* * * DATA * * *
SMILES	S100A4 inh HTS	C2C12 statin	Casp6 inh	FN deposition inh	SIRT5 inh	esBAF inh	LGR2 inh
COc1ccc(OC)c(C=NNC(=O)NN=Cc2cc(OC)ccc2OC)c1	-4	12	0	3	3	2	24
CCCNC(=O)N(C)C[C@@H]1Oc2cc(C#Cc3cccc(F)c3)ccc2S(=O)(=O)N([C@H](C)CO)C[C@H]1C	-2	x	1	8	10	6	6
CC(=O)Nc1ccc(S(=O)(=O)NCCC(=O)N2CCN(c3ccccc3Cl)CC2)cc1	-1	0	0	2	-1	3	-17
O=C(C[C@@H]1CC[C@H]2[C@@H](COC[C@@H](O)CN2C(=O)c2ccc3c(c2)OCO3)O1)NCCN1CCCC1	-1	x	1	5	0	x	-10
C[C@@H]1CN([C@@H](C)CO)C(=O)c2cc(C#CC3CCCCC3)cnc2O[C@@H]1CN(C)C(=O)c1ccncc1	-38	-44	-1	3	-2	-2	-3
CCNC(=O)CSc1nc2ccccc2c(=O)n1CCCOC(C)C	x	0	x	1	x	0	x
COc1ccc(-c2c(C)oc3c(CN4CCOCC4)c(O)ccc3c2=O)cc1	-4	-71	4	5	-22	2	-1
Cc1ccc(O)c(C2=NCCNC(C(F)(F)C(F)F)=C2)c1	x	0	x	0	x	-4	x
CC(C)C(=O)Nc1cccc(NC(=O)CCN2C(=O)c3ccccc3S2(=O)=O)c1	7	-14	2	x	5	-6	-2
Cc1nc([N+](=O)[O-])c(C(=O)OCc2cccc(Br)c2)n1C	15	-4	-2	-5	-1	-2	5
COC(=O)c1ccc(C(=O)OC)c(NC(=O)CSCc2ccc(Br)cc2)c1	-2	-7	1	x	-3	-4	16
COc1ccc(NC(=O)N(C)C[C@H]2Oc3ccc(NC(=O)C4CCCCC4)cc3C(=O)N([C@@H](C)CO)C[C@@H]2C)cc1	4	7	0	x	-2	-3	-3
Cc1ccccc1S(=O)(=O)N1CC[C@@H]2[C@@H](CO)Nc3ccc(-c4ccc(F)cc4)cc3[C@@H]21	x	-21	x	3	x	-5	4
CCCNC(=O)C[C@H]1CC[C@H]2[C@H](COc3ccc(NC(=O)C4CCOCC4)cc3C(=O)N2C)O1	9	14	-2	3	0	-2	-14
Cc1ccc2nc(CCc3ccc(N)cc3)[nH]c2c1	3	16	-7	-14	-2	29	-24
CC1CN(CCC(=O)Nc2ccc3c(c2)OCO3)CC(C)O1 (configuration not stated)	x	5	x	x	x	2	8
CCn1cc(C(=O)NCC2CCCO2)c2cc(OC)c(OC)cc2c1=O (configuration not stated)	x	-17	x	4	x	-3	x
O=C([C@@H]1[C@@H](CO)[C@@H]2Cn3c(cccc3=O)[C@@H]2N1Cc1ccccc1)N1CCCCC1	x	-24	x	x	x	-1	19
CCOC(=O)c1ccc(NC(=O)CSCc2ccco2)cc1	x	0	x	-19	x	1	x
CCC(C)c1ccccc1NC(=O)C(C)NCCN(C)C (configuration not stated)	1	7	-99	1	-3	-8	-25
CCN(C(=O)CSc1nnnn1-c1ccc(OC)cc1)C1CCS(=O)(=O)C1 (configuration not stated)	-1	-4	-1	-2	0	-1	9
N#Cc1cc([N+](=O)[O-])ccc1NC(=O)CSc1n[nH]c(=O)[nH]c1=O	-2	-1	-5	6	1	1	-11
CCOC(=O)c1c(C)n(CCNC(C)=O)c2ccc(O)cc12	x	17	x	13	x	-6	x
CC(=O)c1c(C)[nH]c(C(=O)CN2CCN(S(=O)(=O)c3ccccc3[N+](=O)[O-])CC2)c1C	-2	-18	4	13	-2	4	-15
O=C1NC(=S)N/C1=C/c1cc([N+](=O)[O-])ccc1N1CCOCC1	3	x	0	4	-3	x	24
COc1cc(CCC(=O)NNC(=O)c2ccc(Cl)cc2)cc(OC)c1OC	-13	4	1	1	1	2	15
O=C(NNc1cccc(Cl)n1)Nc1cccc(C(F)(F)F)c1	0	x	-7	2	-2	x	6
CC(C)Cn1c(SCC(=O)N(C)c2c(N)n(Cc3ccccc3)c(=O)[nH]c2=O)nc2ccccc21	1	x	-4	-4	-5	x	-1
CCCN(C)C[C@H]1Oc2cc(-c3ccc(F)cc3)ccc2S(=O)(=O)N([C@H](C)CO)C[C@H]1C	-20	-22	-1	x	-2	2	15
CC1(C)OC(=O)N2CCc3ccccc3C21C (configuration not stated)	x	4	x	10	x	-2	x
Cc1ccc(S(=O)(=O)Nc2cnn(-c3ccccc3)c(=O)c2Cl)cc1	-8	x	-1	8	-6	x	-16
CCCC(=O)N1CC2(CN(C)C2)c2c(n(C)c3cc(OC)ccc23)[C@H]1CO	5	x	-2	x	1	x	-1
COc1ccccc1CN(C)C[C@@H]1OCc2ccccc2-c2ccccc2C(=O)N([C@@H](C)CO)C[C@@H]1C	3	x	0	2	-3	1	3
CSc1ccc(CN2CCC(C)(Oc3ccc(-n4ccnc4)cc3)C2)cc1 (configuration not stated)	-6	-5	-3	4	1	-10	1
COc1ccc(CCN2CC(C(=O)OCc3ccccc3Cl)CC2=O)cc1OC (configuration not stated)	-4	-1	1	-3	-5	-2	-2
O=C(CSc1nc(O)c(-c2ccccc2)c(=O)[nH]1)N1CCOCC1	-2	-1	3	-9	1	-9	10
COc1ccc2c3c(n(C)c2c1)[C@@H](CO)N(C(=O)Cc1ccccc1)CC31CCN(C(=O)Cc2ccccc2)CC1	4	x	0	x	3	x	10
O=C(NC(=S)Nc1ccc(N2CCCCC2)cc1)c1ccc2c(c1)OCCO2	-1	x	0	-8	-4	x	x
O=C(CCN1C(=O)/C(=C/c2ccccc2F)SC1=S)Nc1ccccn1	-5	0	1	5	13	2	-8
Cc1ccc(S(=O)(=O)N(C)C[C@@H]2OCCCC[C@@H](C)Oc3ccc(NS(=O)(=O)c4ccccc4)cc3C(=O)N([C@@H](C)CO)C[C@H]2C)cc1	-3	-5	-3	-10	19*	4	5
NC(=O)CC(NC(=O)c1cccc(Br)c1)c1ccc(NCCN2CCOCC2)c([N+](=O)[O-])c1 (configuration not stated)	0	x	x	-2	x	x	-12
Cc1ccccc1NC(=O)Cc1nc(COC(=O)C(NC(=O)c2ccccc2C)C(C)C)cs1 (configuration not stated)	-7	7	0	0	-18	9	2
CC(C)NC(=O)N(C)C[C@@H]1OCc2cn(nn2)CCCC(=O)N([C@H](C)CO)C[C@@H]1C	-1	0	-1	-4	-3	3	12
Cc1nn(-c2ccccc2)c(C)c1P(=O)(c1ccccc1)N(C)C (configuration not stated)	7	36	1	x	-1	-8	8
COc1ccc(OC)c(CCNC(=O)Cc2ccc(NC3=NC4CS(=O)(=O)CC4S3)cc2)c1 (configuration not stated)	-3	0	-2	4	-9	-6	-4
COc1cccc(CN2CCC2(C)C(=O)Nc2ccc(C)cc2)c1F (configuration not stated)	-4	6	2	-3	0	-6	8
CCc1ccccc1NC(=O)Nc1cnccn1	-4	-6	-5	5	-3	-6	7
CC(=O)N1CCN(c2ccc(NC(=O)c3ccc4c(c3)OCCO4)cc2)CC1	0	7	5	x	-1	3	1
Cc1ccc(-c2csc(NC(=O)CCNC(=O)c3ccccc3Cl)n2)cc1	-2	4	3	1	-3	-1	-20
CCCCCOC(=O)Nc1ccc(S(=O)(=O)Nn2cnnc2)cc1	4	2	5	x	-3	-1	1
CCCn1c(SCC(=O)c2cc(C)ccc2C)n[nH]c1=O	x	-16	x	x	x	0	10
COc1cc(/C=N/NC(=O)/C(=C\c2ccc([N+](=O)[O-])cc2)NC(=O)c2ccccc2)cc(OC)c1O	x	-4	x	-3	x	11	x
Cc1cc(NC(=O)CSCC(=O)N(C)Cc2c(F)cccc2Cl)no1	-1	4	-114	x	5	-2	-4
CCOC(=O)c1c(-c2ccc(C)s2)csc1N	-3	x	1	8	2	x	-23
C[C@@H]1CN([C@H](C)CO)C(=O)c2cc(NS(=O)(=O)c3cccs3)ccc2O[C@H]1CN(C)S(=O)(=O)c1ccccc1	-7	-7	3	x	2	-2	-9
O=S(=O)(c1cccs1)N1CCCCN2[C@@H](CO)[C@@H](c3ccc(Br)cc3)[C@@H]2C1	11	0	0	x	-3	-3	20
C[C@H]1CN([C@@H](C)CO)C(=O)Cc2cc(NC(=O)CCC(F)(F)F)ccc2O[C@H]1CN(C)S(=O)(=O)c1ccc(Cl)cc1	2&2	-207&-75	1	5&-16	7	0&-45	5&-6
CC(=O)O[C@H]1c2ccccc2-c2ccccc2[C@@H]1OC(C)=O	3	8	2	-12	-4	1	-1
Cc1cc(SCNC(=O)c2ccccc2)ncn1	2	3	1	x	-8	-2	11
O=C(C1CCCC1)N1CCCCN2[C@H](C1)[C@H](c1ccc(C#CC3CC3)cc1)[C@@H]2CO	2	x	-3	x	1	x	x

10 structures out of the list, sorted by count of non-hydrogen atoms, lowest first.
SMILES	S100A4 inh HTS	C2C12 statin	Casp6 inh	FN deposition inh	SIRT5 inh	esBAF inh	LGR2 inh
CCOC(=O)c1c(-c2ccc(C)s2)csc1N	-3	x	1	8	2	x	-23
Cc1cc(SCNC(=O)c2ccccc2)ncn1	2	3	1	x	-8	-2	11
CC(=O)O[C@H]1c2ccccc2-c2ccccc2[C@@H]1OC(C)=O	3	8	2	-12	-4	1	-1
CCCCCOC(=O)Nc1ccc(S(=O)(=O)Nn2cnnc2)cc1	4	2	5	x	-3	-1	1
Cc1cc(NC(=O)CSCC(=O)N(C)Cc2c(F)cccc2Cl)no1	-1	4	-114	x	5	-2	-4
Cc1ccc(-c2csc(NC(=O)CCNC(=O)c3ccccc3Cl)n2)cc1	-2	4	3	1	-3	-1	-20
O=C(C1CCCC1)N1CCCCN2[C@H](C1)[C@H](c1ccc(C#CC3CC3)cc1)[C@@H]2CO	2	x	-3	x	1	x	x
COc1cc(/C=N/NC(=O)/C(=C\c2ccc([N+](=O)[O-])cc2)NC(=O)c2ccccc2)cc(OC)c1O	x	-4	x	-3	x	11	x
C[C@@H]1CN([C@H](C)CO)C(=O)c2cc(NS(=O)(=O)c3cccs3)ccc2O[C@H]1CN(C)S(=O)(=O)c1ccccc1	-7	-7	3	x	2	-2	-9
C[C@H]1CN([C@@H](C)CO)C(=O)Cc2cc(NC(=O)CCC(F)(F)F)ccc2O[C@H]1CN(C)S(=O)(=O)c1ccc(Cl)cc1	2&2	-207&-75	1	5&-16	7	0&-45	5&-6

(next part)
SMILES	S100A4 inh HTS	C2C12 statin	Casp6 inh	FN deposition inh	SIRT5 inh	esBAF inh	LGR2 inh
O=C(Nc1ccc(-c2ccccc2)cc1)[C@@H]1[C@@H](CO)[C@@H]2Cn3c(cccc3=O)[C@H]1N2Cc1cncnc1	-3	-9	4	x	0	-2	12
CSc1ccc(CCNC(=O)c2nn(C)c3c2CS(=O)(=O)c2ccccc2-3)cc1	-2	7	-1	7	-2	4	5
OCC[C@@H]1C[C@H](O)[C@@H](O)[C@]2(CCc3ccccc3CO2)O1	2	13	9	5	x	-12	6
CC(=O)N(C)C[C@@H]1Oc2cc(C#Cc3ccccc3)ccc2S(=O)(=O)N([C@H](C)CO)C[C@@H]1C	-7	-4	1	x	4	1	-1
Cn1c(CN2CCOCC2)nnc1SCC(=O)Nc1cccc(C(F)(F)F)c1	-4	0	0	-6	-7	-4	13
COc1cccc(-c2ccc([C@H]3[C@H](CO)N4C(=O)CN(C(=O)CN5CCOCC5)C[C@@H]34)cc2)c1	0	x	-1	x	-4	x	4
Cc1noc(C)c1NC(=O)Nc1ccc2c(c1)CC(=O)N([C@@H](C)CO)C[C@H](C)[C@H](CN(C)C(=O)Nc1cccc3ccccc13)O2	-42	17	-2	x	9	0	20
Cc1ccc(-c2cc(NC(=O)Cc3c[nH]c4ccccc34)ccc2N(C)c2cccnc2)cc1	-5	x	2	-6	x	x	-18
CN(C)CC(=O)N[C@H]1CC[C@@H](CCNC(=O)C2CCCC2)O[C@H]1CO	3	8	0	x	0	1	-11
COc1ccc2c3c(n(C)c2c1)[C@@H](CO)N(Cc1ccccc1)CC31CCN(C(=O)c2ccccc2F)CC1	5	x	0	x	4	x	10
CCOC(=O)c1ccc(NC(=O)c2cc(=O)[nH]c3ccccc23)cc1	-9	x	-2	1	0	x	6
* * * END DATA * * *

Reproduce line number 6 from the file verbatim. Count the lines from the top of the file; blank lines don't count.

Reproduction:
C[C@@H]1CN([C@@H](C)CO)C(=O)c2cc(C#CC3CCCCC3)cnc2O[C@@H]1CN(C)C(=O)c1ccncc1	-38	-44	-1	3	-2	-2	-3